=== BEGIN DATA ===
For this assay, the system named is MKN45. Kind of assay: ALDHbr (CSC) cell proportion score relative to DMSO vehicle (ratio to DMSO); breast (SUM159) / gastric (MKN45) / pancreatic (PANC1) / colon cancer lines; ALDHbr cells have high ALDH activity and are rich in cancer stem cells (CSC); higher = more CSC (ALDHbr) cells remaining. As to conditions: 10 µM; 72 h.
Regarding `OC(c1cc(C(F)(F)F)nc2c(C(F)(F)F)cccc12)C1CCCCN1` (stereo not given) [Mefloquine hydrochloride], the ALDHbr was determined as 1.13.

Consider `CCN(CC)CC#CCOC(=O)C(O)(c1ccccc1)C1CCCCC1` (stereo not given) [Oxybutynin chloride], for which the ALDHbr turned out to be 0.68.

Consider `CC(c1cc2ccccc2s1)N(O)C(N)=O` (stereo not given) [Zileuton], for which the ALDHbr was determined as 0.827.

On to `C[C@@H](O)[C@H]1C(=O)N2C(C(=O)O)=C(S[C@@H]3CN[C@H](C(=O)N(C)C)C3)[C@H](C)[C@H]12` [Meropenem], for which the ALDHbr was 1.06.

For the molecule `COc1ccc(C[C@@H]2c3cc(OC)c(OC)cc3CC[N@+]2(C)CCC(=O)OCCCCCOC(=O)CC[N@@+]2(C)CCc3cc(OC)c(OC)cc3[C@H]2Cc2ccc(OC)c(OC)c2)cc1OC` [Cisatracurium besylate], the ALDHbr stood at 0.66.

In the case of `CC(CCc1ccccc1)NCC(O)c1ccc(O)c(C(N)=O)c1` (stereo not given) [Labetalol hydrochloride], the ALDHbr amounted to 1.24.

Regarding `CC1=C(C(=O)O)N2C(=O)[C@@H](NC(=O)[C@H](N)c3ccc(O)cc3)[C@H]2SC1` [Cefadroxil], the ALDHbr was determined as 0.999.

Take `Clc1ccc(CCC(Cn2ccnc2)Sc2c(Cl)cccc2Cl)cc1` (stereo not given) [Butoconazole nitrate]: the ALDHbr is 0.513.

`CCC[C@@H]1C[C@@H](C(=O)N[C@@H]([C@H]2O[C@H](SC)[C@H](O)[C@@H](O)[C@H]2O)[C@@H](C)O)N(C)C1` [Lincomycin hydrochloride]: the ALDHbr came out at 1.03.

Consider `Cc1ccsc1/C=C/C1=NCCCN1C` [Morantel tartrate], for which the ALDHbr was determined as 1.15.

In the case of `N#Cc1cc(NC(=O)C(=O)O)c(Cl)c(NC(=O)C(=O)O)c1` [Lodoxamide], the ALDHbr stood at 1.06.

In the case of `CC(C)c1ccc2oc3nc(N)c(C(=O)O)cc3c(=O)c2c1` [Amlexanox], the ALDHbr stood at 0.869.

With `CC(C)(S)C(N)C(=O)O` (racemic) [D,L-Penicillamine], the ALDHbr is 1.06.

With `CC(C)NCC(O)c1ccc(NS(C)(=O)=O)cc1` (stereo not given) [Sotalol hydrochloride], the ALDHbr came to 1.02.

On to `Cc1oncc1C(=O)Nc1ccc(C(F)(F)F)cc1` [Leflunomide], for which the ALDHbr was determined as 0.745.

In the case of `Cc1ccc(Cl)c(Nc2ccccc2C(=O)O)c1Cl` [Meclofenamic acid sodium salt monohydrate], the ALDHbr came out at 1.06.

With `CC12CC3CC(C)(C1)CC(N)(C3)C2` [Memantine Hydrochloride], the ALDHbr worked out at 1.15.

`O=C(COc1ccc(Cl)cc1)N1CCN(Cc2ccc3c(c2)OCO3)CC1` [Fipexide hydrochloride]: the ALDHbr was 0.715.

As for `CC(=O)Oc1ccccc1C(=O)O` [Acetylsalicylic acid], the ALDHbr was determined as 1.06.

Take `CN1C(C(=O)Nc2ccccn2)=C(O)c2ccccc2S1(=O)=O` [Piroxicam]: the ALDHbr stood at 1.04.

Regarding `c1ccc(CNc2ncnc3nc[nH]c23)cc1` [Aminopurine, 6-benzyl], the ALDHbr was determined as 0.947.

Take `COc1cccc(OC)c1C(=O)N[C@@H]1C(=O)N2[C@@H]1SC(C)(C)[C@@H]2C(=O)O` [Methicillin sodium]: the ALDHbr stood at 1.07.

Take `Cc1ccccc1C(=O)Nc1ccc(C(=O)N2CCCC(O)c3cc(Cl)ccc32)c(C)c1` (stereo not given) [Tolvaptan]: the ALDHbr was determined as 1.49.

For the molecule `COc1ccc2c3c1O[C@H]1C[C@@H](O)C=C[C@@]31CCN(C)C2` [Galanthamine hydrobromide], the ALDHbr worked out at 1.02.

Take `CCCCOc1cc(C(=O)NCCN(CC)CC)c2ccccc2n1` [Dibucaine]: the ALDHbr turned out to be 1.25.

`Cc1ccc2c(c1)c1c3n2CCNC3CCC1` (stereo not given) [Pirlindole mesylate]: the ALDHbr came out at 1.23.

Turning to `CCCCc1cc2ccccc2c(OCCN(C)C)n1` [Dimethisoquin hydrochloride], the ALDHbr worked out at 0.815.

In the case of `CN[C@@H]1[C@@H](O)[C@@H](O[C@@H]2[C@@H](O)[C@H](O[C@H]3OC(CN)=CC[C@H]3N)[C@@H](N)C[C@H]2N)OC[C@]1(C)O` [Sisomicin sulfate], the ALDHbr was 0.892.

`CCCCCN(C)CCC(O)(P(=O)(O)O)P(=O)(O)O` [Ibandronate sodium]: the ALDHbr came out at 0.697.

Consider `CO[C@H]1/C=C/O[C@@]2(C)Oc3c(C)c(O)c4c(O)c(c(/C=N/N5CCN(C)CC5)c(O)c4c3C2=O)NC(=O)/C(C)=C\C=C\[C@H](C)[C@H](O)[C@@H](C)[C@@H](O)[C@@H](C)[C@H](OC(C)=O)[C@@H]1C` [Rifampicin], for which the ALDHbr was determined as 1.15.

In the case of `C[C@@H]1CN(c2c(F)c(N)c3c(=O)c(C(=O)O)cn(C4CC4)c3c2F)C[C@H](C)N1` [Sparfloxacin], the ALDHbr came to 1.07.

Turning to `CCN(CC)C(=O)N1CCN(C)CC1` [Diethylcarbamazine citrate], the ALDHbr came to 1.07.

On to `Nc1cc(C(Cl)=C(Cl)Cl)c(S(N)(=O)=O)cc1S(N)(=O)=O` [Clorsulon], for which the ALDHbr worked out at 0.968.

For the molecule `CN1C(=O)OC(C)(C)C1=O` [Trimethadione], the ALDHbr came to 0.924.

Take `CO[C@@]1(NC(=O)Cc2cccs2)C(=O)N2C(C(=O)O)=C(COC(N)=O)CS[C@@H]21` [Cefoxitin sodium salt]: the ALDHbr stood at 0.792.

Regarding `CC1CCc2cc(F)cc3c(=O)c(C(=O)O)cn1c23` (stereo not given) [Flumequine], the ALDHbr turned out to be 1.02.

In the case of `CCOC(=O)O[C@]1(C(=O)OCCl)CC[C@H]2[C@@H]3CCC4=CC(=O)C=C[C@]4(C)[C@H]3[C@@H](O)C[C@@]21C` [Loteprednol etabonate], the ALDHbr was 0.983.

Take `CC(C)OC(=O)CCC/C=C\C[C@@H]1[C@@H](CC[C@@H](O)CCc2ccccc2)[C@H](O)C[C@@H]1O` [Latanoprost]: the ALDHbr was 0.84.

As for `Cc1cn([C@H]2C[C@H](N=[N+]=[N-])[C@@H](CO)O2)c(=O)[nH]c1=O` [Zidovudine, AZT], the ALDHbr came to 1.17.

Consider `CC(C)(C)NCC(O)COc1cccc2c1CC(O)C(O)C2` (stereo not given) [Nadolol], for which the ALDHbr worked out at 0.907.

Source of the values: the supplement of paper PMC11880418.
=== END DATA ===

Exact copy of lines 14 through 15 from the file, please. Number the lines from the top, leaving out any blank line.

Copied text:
With `CC(C)(S)C(N)C(=O)O` (racemic) [D,L-Penicillamine], the ALDHbr is 1.06.

With `CC(C)NCC(O)c1ccc(NS(C)(=O)=O)cc1` (stereo not given) [Sotalol hydrochloride], the ALDHbr came to 1.02.